Task-based simulations are condensed case studies designed to complement the multiplechoice questions. The simulations test application, analysis and evaluation skills by requiring candidates to complete tasks that are likely to be performed by newly licensed CPAs.

Candidates can encounter two types of problems — one that requires candidates to select the correct option from a drop down menu or one that requires candidates to type the answer into a cell.

Typically, the simulations include the ability to use a mouse, check boxes, basic spreadsheet skills (not specific to types of software), form completion, fill in the blanks, use of tables, and research (using professional literature).

TBSs can cover any of the topics that are testable on the CPA Exam. For example, FAR can include government and not-for-profit accounting topics, REG generally covers tax-related topics including tax forms; and AUD can cover audits, reviews, compilations, attestation engagements and other topics.

New types of task-based simulation

  • Document Review Simulation (DRS) TBS
    Each DRS will feature a primary document and related source materials. Candidates are required to select appropriate edits to highlighted words, phrases or paragraphs in the document based on the source documents.
  • Enhanced TBS
    Includes an increased amount of background information, such as source documents and other data. Candidates are required to determine whether or not the information is relevant to the question, with some of the information not being needed to solve the problem.
  • Integrative TBS
    Includes content from other exam sections. These TBSs will be based on the content knowledge and skills of the particular exam section, but will also draw on a candidate’s basic knowledge – the level covered in typical college coursework – of general accounting, auditing, tax and business concepts.

Do all questions in a testlet have the same numerical value?

No. The difficulty levels of the test questions are determined through statistical analysis of candidate responses. At the question level, difficulty is not quantified as a category (e.g. moderate or difficult), but as a numeric value along a scale. Testlets are classified as either medium or difficult based on the average difficulty of the questions within that testlet.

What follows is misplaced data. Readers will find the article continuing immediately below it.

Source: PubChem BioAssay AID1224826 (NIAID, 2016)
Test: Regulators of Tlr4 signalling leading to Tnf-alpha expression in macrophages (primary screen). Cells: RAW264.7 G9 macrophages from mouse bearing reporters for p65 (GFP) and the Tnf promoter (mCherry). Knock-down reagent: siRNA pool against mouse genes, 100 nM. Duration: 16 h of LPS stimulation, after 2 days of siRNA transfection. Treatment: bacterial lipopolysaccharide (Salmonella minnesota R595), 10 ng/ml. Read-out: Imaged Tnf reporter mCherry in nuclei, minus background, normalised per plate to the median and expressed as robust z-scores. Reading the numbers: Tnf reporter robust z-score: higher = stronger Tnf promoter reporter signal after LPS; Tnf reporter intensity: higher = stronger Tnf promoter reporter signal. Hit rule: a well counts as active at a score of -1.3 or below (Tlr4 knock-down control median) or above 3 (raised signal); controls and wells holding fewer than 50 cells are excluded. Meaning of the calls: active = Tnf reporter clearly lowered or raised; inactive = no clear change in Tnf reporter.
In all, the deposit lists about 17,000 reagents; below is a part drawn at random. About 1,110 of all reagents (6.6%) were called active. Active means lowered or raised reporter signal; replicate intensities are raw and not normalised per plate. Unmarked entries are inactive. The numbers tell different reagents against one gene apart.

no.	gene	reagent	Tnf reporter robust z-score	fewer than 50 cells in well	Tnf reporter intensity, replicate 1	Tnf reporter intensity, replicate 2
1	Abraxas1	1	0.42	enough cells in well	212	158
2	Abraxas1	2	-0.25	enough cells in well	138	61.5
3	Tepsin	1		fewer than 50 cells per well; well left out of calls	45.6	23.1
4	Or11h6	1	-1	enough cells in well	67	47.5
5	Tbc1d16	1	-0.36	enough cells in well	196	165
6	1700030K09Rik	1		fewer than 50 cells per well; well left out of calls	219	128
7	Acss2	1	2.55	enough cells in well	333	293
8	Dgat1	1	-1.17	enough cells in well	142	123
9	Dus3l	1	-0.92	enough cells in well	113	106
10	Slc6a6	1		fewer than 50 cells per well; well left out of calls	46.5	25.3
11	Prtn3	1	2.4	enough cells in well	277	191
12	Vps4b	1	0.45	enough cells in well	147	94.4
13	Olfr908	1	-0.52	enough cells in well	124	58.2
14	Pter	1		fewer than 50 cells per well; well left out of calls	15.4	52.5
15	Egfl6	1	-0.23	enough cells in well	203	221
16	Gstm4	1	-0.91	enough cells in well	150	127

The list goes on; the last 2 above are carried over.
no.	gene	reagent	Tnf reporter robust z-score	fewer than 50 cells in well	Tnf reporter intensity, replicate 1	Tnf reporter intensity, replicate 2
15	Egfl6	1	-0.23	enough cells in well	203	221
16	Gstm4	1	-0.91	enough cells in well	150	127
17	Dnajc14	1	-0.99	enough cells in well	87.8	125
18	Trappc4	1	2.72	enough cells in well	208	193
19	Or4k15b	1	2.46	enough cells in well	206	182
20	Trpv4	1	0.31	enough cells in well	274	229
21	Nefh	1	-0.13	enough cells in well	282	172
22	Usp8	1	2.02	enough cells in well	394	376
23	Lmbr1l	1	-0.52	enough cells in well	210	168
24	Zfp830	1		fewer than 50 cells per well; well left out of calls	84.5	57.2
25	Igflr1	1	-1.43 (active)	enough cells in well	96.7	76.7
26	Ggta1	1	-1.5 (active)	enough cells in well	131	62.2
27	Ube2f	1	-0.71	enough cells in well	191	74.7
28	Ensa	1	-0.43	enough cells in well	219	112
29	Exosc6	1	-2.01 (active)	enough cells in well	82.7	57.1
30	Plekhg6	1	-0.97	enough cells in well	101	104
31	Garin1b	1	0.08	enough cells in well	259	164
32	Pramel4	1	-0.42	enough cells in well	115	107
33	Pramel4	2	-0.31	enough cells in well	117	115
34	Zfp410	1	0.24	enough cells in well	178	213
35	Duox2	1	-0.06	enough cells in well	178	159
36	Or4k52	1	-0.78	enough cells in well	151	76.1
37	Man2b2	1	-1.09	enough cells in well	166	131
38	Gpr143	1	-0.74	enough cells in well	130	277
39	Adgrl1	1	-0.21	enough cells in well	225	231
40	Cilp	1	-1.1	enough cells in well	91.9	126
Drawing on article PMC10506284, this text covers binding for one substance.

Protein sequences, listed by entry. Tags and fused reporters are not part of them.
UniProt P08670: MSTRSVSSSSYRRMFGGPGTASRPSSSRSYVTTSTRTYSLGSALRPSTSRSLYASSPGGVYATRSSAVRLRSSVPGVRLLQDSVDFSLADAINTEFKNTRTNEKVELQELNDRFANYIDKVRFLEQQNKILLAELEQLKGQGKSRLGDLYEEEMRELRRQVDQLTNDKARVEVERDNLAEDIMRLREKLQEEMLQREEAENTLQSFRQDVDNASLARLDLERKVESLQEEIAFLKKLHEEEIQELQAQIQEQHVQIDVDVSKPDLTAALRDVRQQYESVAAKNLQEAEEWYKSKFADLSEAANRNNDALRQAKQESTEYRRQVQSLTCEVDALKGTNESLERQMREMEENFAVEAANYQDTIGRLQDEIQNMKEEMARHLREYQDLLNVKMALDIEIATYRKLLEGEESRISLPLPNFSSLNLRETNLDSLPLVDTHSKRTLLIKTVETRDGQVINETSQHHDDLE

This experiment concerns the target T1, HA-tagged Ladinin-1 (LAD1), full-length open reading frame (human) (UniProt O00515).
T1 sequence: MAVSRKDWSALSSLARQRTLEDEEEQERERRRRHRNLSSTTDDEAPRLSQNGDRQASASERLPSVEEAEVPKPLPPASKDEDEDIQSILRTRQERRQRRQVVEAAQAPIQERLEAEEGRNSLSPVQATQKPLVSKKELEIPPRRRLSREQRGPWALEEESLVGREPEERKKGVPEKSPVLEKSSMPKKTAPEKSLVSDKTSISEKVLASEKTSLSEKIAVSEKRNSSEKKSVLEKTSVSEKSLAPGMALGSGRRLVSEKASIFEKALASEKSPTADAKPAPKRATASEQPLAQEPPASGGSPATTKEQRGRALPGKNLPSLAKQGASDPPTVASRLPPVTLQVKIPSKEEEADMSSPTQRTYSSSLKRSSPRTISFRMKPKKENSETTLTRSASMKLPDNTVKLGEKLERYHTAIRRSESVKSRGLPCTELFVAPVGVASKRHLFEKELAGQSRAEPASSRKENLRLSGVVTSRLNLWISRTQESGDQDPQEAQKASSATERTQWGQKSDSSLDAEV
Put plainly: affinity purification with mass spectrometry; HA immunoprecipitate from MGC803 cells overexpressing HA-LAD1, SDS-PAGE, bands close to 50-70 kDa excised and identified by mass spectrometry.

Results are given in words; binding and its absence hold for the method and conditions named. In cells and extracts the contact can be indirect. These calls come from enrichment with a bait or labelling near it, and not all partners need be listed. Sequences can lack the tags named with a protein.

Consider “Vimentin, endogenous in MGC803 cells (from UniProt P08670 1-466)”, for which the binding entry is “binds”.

Do all candidates in a testing window receive the same exam?

The CPA Exam is a computerized multistage adaptive test. This means that as candidates complete each testlet, their performance is evaluated and the difficulty of the subsequent testlet is adjusted. All candidates start with a medium (difficulty) testlet, those that perform well will get a more difficult second testlet while those that do not will receive a second medium difficulty testlet. Similarly, the third testlet can be a medium or a difficult based on your performance on the first two testlets.

Task-based simulations are not chosen based on your performance on the multiple-choice questions; they are pre-assigned. The scoring procedures take the difficulty of all questions into account so that candidates are scored fairly regardless of the difficulty of the testlets they take.

What are the rules about testing new accounting and auditing pronouncements?

An accounting or auditing pronouncement can be included in the exam in the testing window that begins the later of six months after its effective date, or six months after its issuance date. Changes in federal taxation, Internal Revenue Code and tax regulations may be included in the testing window beginning six months after the change’s effective date or enactment date, whichever is later.

For other materials covered in the Regulation and Business Environment and Concepts sections: federal laws can be included in the window beginning six months after their effective date, and uniform acts in the window beginning one year after their adoption by a simple majority of the jurisdictions.